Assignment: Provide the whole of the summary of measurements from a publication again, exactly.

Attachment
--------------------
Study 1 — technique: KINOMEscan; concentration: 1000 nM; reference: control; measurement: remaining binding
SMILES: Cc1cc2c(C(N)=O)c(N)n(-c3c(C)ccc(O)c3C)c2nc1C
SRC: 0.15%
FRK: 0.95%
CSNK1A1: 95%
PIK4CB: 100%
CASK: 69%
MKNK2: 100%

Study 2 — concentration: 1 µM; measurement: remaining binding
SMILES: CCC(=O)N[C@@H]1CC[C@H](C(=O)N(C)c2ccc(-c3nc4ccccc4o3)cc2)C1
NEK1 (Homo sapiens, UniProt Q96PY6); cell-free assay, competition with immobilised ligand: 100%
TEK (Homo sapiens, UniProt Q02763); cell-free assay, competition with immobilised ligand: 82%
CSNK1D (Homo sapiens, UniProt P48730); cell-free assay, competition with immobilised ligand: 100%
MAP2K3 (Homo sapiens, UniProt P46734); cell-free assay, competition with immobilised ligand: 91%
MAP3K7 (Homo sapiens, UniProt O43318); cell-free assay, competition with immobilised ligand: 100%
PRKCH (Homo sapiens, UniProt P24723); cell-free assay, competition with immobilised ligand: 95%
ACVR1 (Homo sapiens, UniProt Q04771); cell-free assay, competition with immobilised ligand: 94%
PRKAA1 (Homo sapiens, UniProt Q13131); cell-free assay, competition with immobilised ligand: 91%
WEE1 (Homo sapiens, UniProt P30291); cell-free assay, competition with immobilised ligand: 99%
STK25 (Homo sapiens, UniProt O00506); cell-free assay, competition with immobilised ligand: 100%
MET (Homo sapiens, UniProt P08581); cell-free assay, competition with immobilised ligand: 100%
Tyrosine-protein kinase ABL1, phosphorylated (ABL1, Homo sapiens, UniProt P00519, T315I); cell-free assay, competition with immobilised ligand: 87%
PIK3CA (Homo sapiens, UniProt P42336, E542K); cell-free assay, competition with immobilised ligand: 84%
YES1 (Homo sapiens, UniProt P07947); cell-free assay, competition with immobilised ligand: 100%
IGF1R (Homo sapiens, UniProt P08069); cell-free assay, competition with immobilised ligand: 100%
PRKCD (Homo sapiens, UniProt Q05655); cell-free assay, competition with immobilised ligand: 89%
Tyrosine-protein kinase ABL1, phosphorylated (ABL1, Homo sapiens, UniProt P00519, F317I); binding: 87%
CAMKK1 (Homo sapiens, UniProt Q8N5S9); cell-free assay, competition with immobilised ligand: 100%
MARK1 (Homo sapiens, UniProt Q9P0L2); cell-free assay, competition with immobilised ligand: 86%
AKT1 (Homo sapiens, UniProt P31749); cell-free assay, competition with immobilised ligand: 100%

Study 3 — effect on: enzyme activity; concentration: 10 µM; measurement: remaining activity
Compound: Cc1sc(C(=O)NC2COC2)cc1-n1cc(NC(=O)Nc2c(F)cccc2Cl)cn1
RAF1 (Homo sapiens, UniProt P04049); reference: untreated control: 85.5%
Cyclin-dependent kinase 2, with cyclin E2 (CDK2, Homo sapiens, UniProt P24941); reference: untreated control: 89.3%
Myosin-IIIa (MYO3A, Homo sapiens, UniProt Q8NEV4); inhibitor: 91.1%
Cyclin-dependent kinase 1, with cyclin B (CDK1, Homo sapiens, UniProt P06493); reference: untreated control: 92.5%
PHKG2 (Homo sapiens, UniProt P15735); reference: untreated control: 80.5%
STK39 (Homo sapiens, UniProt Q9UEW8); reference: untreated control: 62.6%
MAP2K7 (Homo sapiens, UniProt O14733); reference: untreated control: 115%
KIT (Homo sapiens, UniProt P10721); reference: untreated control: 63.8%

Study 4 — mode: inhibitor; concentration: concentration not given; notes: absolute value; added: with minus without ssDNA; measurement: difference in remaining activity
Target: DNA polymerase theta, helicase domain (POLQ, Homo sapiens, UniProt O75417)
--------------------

Study 1 — technique: KINOMEscan; concentration: 1000 nM; reference: control; measurement: remaining binding
SMILES: Cc1cc2c(C(N)=O)c(N)n(-c3c(C)ccc(O)c3C)c2nc1C
SRC: 0.15%
FRK: 0.95%
CSNK1A1: 95%
PIK4CB: 100%
CASK: 69%
MKNK2: 100%

Study 2 — concentration: 1 µM; measurement: remaining binding
SMILES: CCC(=O)N[C@@H]1CC[C@H](C(=O)N(C)c2ccc(-c3nc4ccccc4o3)cc2)C1
NEK1 (Homo sapiens, UniProt Q96PY6); cell-free assay, competition with immobilised ligand: 100%
TEK (Homo sapiens, UniProt Q02763); cell-free assay, competition with immobilised ligand: 82%
CSNK1D (Homo sapiens, UniProt P48730); cell-free assay, competition with immobilised ligand: 100%
MAP2K3 (Homo sapiens, UniProt P46734); cell-free assay, competition with immobilised ligand: 91%
MAP3K7 (Homo sapiens, UniProt O43318); cell-free assay, competition with immobilised ligand: 100%
PRKCH (Homo sapiens, UniProt P24723); cell-free assay, competition with immobilised ligand: 95%
ACVR1 (Homo sapiens, UniProt Q04771); cell-free assay, competition with immobilised ligand: 94%
PRKAA1 (Homo sapiens, UniProt Q13131); cell-free assay, competition with immobilised ligand: 91%
WEE1 (Homo sapiens, UniProt P30291); cell-free assay, competition with immobilised ligand: 99%
STK25 (Homo sapiens, UniProt O00506); cell-free assay, competition with immobilised ligand: 100%
MET (Homo sapiens, UniProt P08581); cell-free assay, competition with immobilised ligand: 100%
Tyrosine-protein kinase ABL1, phosphorylated (ABL1, Homo sapiens, UniProt P00519, T315I); cell-free assay, competition with immobilised ligand: 87%
PIK3CA (Homo sapiens, UniProt P42336, E542K); cell-free assay, competition with immobilised ligand: 84%
YES1 (Homo sapiens, UniProt P07947); cell-free assay, competition with immobilised ligand: 100%
IGF1R (Homo sapiens, UniProt P08069); cell-free assay, competition with immobilised ligand: 100%
PRKCD (Homo sapiens, UniProt Q05655); cell-free assay, competition with immobilised ligand: 89%
Tyrosine-protein kinase ABL1, phosphorylated (ABL1, Homo sapiens, UniProt P00519, F317I); binding: 87%
CAMKK1 (Homo sapiens, UniProt Q8N5S9); cell-free assay, competition with immobilised ligand: 100%
MARK1 (Homo sapiens, UniProt Q9P0L2); cell-free assay, competition with immobilised ligand: 86%
AKT1 (Homo sapiens, UniProt P31749); cell-free assay, competition with immobilised ligand: 100%

Study 3 — effect on: enzyme activity; concentration: 10 µM; measurement: remaining activity
Compound: Cc1sc(C(=O)NC2COC2)cc1-n1cc(NC(=O)Nc2c(F)cccc2Cl)cn1
RAF1 (Homo sapiens, UniProt P04049); reference: untreated control: 85.5%
Cyclin-dependent kinase 2, with cyclin E2 (CDK2, Homo sapiens, UniProt P24941); reference: untreated control: 89.3%
Myosin-IIIa (MYO3A, Homo sapiens, UniProt Q8NEV4); inhibitor: 91.1%
Cyclin-dependent kinase 1, with cyclin B (CDK1, Homo sapiens, UniProt P06493); reference: untreated control: 92.5%
PHKG2 (Homo sapiens, UniProt P15735); reference: untreated control: 80.5%
STK39 (Homo sapiens, UniProt Q9UEW8); reference: untreated control: 62.6%
MAP2K7 (Homo sapiens, UniProt O14733); reference: untreated control: 115%
KIT (Homo sapiens, UniProt P10721); reference: untreated control: 63.8%

Study 4 — mode: inhibitor; concentration: concentration not given; notes: absolute value; added: with minus without ssDNA; measurement: difference in remaining activity
Target: DNA polymerase theta, helicase domain (POLQ, Homo sapiens, UniProt O75417)